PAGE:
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Synergistic Effect of Co3O4 Nanoparticles and Graphene as Catalysts for Peroxymonosulfate-Based Orange II Degradation with High Oxidant Utilization Efficiency

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journal contribution
posted on 14.01.2016, 00:00 by Chengxiang Wang, Penghui Shi, Xiaodong Cai, Qunjie Xu, Xuejun Zhou, Xiaolv Zhou, Dong Yang, Jinchen Fan, Yulin Min, Honghua Ge, Weifeng Yao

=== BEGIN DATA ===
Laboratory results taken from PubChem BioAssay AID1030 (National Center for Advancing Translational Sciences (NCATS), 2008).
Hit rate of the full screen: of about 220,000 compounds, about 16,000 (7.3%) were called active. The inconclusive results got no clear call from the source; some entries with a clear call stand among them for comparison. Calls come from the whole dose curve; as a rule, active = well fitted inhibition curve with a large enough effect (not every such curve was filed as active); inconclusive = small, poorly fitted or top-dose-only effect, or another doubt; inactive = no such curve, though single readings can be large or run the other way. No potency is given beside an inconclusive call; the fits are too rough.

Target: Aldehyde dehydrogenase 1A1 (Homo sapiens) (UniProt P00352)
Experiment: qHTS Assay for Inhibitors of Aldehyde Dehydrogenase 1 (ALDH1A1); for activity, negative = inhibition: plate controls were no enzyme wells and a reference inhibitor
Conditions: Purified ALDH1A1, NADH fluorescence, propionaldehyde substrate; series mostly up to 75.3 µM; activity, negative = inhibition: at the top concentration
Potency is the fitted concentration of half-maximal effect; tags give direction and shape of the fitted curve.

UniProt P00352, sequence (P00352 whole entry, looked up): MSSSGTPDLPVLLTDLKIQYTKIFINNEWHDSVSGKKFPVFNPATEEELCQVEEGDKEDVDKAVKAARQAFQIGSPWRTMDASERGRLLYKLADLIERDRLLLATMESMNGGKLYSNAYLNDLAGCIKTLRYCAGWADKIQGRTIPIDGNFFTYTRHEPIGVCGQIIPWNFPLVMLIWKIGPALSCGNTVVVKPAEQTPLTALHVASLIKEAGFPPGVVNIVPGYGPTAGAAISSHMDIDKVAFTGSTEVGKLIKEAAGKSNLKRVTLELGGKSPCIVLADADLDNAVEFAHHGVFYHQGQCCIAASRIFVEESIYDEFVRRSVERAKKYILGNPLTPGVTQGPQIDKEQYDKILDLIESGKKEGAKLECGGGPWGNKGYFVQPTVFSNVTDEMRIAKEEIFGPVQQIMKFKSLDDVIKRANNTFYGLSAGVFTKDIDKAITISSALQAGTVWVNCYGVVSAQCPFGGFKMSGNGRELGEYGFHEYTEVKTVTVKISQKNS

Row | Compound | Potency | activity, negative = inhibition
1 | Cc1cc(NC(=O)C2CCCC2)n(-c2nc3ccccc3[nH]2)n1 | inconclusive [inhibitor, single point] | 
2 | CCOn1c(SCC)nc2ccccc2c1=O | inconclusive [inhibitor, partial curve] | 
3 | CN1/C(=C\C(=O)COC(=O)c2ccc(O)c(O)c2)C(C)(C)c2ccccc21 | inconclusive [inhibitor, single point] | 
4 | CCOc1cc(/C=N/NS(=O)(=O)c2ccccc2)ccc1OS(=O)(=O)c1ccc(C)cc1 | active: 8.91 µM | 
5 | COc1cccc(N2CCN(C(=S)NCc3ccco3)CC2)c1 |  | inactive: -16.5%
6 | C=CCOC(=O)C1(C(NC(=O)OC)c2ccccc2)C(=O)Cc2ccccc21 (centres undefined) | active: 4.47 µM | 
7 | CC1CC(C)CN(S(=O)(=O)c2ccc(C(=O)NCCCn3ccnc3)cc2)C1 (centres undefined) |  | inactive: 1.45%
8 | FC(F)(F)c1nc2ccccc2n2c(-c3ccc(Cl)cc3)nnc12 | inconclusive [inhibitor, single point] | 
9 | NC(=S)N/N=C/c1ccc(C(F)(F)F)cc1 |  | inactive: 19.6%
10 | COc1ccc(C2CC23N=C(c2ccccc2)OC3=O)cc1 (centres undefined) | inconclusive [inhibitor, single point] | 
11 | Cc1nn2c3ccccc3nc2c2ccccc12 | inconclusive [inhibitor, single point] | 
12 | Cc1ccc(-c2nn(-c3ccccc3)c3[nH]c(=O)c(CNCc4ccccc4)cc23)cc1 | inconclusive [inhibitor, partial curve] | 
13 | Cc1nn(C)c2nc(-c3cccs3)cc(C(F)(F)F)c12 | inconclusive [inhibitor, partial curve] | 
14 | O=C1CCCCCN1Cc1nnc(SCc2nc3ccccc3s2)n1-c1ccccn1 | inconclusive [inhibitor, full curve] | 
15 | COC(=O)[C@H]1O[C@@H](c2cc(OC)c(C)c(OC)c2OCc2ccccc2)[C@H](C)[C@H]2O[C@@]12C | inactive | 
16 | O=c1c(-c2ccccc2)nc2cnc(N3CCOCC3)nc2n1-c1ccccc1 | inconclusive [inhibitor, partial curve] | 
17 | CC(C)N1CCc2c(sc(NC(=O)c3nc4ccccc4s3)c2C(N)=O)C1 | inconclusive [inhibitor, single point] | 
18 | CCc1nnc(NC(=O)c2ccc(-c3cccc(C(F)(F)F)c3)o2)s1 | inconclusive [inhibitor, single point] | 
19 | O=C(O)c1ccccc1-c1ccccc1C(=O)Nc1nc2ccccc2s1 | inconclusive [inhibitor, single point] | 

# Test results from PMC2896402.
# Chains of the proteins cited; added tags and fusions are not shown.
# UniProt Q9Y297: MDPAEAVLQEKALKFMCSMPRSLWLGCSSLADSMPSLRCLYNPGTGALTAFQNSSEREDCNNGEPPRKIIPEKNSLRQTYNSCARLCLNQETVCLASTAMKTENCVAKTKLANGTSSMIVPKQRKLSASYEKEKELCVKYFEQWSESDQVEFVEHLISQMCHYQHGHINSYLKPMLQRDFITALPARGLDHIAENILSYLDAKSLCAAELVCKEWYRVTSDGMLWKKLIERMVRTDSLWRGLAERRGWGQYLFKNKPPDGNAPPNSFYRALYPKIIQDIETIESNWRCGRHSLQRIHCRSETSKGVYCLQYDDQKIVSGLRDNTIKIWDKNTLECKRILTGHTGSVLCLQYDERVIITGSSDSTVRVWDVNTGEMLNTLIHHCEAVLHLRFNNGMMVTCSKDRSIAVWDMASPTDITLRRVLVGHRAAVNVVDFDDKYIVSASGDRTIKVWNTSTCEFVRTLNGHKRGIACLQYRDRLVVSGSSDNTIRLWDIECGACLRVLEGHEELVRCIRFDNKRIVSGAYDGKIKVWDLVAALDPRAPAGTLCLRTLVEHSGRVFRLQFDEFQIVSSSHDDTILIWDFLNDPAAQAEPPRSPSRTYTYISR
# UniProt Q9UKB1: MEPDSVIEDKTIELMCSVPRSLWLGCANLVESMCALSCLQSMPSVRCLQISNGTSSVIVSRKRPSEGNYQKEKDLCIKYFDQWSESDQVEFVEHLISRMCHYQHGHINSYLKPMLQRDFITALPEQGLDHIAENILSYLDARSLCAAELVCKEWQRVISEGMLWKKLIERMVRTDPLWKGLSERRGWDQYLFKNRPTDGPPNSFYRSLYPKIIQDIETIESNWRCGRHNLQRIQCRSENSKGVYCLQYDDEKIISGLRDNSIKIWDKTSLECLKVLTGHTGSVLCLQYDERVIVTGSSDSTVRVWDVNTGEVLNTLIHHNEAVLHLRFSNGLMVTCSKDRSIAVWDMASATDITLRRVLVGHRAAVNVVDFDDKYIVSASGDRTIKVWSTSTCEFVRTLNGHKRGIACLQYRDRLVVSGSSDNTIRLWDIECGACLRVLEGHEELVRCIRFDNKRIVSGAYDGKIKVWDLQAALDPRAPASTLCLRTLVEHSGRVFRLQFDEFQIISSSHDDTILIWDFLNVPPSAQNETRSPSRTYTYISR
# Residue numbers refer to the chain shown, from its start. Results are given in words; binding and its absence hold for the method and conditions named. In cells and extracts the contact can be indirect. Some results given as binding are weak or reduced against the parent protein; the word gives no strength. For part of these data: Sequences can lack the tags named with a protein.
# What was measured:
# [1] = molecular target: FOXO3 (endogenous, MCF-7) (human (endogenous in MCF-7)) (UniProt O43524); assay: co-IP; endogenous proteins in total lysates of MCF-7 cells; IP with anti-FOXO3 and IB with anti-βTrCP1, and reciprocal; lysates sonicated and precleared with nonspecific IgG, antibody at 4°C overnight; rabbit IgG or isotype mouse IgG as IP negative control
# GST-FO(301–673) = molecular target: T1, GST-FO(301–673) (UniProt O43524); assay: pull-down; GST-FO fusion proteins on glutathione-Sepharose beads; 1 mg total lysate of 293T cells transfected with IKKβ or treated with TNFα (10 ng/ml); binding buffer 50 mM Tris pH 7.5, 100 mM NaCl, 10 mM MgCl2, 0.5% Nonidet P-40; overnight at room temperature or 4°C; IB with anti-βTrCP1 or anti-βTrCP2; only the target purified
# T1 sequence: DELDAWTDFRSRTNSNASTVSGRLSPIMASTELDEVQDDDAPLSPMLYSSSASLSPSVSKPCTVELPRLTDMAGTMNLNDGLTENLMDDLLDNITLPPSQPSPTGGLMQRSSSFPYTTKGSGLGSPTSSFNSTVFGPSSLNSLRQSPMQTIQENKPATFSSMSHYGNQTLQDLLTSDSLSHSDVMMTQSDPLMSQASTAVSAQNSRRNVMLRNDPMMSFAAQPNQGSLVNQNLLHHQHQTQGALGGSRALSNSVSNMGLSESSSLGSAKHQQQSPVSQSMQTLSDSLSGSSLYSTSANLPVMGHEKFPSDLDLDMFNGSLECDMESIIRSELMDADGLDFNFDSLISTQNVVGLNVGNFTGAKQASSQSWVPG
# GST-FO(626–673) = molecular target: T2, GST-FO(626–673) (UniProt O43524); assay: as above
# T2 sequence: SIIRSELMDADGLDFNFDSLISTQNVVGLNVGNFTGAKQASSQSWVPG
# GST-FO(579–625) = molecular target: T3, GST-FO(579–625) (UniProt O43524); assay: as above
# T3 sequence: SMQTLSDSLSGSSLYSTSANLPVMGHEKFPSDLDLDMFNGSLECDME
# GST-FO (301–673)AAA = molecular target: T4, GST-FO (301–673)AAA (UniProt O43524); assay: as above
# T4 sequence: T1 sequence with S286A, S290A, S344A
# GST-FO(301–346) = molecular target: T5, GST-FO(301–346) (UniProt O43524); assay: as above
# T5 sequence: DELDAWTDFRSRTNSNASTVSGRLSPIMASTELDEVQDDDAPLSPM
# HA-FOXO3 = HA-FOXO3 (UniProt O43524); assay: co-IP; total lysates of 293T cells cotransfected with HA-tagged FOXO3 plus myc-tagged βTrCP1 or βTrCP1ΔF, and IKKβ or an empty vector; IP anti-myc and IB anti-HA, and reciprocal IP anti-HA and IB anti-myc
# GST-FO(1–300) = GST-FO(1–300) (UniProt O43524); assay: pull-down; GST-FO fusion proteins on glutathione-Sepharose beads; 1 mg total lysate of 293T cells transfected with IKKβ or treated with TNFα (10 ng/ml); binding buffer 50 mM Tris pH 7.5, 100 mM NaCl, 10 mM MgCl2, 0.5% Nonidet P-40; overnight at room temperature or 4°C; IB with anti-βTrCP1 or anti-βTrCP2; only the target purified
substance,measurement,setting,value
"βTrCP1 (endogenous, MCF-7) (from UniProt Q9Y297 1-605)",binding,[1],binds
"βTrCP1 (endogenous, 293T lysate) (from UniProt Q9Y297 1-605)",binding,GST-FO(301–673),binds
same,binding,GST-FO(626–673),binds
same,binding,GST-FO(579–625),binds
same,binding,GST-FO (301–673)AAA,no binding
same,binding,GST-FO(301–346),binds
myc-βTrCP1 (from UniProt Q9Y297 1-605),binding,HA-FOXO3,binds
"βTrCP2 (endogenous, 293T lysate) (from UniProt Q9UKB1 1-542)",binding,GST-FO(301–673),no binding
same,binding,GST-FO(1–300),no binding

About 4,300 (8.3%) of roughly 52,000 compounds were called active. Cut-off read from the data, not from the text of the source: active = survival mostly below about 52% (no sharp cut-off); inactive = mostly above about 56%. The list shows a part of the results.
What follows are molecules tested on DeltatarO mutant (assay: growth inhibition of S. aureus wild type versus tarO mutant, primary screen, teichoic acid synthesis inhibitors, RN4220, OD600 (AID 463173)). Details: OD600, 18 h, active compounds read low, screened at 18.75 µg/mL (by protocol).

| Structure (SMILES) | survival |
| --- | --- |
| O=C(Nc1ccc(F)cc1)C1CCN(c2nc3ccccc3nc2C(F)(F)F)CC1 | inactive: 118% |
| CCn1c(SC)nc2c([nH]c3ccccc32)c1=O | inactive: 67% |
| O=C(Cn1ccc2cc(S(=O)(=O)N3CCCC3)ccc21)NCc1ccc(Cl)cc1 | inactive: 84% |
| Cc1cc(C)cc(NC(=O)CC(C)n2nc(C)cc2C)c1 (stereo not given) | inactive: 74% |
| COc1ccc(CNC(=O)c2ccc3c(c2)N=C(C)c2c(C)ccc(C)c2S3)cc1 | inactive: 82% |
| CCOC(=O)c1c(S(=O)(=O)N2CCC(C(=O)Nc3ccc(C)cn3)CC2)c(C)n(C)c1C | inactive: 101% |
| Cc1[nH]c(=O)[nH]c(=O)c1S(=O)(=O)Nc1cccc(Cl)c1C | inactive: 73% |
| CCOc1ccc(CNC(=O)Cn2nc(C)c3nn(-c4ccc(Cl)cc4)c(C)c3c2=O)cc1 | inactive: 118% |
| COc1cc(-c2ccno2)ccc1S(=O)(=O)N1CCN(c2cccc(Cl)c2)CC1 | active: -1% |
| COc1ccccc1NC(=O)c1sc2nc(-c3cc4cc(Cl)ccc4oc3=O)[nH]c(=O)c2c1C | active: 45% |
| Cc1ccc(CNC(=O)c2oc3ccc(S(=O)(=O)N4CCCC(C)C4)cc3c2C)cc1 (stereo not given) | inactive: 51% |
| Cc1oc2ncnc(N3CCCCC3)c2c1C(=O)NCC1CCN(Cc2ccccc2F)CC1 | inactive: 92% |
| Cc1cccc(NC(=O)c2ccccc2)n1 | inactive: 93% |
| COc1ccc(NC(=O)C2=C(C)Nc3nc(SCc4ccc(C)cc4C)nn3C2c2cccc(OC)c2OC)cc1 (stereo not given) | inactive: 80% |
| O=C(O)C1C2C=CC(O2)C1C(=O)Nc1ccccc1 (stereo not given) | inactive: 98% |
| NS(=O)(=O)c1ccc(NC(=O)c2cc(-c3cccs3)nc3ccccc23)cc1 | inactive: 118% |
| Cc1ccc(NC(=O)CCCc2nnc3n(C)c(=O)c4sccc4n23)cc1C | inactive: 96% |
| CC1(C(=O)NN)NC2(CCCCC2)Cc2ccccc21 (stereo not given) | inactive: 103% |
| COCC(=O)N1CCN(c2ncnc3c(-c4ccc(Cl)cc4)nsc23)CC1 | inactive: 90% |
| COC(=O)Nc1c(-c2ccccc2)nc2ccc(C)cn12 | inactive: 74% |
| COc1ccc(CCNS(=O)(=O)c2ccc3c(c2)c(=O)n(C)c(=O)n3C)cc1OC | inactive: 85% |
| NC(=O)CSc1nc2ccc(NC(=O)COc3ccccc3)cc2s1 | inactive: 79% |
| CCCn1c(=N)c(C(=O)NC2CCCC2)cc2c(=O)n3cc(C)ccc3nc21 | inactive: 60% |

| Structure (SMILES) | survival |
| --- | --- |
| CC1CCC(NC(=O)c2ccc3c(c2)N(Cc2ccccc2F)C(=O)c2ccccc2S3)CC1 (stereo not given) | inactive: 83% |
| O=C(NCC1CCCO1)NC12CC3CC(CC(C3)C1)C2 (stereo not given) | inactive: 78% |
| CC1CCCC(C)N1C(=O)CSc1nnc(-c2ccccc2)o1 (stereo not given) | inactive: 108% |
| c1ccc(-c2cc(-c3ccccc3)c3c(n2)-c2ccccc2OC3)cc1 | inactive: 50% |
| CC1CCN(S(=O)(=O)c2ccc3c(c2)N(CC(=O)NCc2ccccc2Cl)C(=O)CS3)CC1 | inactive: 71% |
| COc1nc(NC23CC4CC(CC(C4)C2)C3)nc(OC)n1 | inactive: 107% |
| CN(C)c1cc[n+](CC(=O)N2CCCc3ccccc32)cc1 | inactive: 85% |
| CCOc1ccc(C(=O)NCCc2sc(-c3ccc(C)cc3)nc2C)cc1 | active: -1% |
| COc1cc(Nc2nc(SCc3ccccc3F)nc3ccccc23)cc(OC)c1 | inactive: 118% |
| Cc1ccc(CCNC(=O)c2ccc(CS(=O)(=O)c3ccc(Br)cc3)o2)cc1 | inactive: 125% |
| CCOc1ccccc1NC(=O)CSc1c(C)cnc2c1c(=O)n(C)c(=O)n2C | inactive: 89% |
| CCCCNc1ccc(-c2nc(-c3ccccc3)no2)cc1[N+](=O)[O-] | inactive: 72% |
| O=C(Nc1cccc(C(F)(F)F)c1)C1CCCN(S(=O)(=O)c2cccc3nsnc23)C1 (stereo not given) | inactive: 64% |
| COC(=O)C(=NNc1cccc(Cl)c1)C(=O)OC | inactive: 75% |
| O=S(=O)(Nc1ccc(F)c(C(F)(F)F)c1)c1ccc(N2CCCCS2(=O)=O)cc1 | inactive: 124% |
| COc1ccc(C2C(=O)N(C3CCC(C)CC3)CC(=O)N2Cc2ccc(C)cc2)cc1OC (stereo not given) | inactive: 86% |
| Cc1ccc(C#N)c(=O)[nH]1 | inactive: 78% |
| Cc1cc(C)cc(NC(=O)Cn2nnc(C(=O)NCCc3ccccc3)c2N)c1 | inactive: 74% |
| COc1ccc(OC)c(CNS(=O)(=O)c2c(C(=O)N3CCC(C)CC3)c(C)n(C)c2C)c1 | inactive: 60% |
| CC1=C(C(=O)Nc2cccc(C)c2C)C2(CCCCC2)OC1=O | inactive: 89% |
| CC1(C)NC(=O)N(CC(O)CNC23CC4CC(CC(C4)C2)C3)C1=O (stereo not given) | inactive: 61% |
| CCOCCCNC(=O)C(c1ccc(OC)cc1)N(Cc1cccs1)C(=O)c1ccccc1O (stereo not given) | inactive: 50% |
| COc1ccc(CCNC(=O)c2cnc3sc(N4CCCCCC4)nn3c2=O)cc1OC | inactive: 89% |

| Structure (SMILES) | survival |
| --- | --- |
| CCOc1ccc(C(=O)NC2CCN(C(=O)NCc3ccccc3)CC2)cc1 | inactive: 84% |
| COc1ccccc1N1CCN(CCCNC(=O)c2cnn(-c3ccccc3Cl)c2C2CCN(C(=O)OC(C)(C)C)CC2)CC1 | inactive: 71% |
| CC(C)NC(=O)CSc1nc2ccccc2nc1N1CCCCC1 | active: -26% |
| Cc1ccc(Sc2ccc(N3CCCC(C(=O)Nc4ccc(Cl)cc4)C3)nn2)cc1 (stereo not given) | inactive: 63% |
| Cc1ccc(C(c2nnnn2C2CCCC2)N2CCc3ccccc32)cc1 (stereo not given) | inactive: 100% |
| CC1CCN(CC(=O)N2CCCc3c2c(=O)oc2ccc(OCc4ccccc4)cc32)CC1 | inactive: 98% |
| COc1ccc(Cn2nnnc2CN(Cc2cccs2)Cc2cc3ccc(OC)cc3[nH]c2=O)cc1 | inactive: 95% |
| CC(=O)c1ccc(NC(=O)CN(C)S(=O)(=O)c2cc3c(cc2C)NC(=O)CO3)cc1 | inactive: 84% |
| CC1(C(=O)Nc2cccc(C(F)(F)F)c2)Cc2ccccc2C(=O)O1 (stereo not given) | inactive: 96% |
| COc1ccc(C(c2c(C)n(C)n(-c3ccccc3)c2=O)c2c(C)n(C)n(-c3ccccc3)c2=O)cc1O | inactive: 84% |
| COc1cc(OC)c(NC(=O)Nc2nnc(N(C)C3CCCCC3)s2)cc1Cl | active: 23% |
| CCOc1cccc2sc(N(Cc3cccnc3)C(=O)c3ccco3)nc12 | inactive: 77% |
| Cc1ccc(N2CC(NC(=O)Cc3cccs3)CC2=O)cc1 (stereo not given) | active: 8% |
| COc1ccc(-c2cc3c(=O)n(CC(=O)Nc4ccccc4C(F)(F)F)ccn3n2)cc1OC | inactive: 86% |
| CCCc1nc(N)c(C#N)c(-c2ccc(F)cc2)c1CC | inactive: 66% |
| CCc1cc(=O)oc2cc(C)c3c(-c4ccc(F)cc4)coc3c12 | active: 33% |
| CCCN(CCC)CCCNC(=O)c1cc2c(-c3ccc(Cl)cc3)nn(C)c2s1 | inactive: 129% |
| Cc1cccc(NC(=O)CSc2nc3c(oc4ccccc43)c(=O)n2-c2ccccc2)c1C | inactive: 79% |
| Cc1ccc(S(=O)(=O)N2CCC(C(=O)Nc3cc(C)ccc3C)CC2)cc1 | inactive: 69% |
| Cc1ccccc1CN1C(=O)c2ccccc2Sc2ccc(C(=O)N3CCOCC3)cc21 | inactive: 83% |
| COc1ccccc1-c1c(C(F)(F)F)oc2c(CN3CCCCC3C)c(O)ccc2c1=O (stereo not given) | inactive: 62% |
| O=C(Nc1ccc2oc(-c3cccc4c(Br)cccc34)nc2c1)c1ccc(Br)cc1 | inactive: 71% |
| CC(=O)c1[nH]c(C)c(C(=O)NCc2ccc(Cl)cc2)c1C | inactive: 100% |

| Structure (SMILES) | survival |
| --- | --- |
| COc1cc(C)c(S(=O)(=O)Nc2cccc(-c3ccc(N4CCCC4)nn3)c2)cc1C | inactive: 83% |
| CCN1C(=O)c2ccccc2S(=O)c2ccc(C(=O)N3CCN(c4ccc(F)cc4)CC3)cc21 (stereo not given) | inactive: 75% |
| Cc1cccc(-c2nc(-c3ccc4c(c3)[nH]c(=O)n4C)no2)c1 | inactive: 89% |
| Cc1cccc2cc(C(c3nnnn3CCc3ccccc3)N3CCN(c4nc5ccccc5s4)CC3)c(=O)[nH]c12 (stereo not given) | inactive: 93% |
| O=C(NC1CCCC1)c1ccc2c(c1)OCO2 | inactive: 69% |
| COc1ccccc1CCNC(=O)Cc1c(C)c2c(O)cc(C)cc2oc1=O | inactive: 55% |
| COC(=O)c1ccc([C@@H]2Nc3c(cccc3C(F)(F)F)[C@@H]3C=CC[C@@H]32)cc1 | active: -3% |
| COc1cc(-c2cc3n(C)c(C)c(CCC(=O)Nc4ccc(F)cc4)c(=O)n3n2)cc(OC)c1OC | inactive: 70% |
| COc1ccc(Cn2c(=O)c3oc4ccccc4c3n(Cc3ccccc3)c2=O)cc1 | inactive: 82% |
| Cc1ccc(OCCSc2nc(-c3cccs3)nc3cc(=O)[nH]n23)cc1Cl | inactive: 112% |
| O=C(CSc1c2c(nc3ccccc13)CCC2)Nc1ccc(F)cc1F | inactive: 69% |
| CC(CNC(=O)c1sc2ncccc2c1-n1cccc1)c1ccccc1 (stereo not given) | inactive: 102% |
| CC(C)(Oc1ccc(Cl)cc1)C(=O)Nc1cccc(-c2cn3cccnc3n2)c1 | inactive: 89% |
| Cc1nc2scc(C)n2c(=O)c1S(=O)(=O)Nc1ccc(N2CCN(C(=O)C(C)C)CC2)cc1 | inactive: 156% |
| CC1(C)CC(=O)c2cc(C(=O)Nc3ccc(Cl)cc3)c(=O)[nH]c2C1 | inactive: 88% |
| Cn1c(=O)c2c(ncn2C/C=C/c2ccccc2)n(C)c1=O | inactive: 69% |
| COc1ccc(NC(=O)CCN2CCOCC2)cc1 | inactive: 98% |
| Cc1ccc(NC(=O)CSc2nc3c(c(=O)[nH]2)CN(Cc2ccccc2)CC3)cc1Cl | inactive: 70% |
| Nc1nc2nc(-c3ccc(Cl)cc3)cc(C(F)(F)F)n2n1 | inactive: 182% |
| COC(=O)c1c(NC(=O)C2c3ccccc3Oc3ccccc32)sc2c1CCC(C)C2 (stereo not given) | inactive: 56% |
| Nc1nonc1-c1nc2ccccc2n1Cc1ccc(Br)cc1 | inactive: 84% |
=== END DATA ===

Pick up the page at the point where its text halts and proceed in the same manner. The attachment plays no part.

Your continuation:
Cobalt oxide and graphene nanocomposites (Co3O4/graphene) are fabricated as heterogeneous catalysts to accelerate sulfate radical generation in Orange II degradation. The Co3O4/graphene catalyst is characterized through X-ray diffraction, Raman spectroscopy, and high-resolution transmission electron microscopy. Results show that the Co3O4/graphene catalysts are prepared successfully. Co3O4 or graphene solely exhibits slight catalytic activity, but their hybrid (Co3O4/graphene) efficiently degrades and removes Orange II from an aqueous solution in the presence of peroxymonosulfate (PMS). Orange II is completely removed or degraded (100%) within 7 min by using the composite catalysts; by contrast, Orange II is partially removed when Co3O4 or graphene is used alone under the same conditions. These phenomena suggest a synergistic catalytic activity of Co3O4 and graphene in the hybrid. To investigate the causes of the synergistic interactions of the Co3O4/graphene composites, we summarize previous studies and propose an electron transfer pathway between Co3O4 and graphene. We then perform density functional theory calculations to describe the specific features of the composite structures. The hybrid structure is more conductive than the individual semiconductor cobalt oxide clusters because of the hybridization between Co-4d orbital and graphene-p orbital. Fukui indices of electrophilic attack indicate that Co2+, not Co3+, is the active site. Therefore, the PMS activation processes and Orange II degradation pathways are involved in an electrochemical process. Graphene functions as a wire because of its excellent electrical conductivity during oxidation.